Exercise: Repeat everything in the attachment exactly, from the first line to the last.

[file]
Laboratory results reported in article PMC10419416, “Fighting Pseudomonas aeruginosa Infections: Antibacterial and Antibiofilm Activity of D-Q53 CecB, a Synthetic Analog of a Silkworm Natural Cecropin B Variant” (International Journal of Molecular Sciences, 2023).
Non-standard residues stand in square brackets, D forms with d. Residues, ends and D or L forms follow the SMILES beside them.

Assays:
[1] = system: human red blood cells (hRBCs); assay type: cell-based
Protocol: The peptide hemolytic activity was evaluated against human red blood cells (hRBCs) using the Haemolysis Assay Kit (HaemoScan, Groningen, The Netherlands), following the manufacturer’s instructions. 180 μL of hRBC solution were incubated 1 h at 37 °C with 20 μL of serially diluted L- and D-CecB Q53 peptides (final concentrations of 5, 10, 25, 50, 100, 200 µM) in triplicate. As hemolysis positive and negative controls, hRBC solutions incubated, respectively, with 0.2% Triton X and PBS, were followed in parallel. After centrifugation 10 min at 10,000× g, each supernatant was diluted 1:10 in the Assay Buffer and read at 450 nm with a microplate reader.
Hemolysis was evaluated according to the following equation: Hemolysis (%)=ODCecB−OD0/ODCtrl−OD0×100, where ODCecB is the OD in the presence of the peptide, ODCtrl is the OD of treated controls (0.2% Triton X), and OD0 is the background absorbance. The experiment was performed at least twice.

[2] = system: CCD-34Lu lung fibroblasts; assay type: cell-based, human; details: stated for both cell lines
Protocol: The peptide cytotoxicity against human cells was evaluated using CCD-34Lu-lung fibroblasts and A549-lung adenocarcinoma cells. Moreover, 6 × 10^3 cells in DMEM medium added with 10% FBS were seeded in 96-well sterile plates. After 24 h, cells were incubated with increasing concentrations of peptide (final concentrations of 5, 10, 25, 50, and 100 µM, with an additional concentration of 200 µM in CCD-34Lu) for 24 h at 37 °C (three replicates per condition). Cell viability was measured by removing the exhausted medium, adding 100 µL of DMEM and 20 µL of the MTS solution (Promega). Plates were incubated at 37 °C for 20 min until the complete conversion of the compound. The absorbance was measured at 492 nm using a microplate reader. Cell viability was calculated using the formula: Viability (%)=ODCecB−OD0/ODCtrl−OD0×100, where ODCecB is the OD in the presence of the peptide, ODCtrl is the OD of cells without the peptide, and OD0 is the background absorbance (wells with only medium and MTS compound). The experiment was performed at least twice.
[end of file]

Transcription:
Laboratory results reported in article PMC10419416, “Fighting Pseudomonas aeruginosa Infections: Antibacterial and Antibiofilm Activity of D-Q53 CecB, a Synthetic Analog of a Silkworm Natural Cecropin B Variant” (International Journal of Molecular Sciences, 2023).
Non-standard residues stand in square brackets, D forms with d. Residues, ends and D or L forms follow the SMILES beside them.

Assays:
[1] = system: human red blood cells (hRBCs); assay type: cell-based
Protocol: The peptide hemolytic activity was evaluated against human red blood cells (hRBCs) using the Haemolysis Assay Kit (HaemoScan, Groningen, The Netherlands), following the manufacturer’s instructions. 180 μL of hRBC solution were incubated 1 h at 37 °C with 20 μL of serially diluted L- and D-CecB Q53 peptides (final concentrations of 5, 10, 25, 50, 100, 200 µM) in triplicate. As hemolysis positive and negative controls, hRBC solutions incubated, respectively, with 0.2% Triton X and PBS, were followed in parallel. After centrifugation 10 min at 10,000× g, each supernatant was diluted 1:10 in the Assay Buffer and read at 450 nm with a microplate reader.
Hemolysis was evaluated according to the following equation: Hemolysis (%)=ODCecB−OD0/ODCtrl−OD0×100, where ODCecB is the OD in the presence of the peptide, ODCtrl is the OD of treated controls (0.2% Triton X), and OD0 is the background absorbance. The experiment was performed at least twice.

[2] = system: CCD-34Lu lung fibroblasts; assay type: cell-based, human; details: stated for both cell lines
Protocol: The peptide cytotoxicity against human cells was evaluated using CCD-34Lu-lung fibroblasts and A549-lung adenocarcinoma cells. Moreover, 6 × 10^3 cells in DMEM medium added with 10% FBS were seeded in 96-well sterile plates. After 24 h, cells were incubated with increasing concentrations of peptide (final concentrations of 5, 10, 25, 50, and 100 µM, with an additional concentration of 200 µM in CCD-34Lu) for 24 h at 37 °C (three replicates per condition). Cell viability was measured by removing the exhausted medium, adding 100 µL of DMEM and 20 µL of the MTS solution (Promega). Plates were incubated at 37 °C for 20 min until the complete conversion of the compound. The absorbance was measured at 492 nm using a microplate reader. Cell viability was calculated using the formula: Viability (%)=ODCecB−OD0/ODCtrl−OD0×100, where ODCecB is the OD in the presence of the peptide, ODCtrl is the OD of cells without the peptide, and OD0 is the background absorbance (wells with only medium and MTS compound). The experiment was performed at least twice.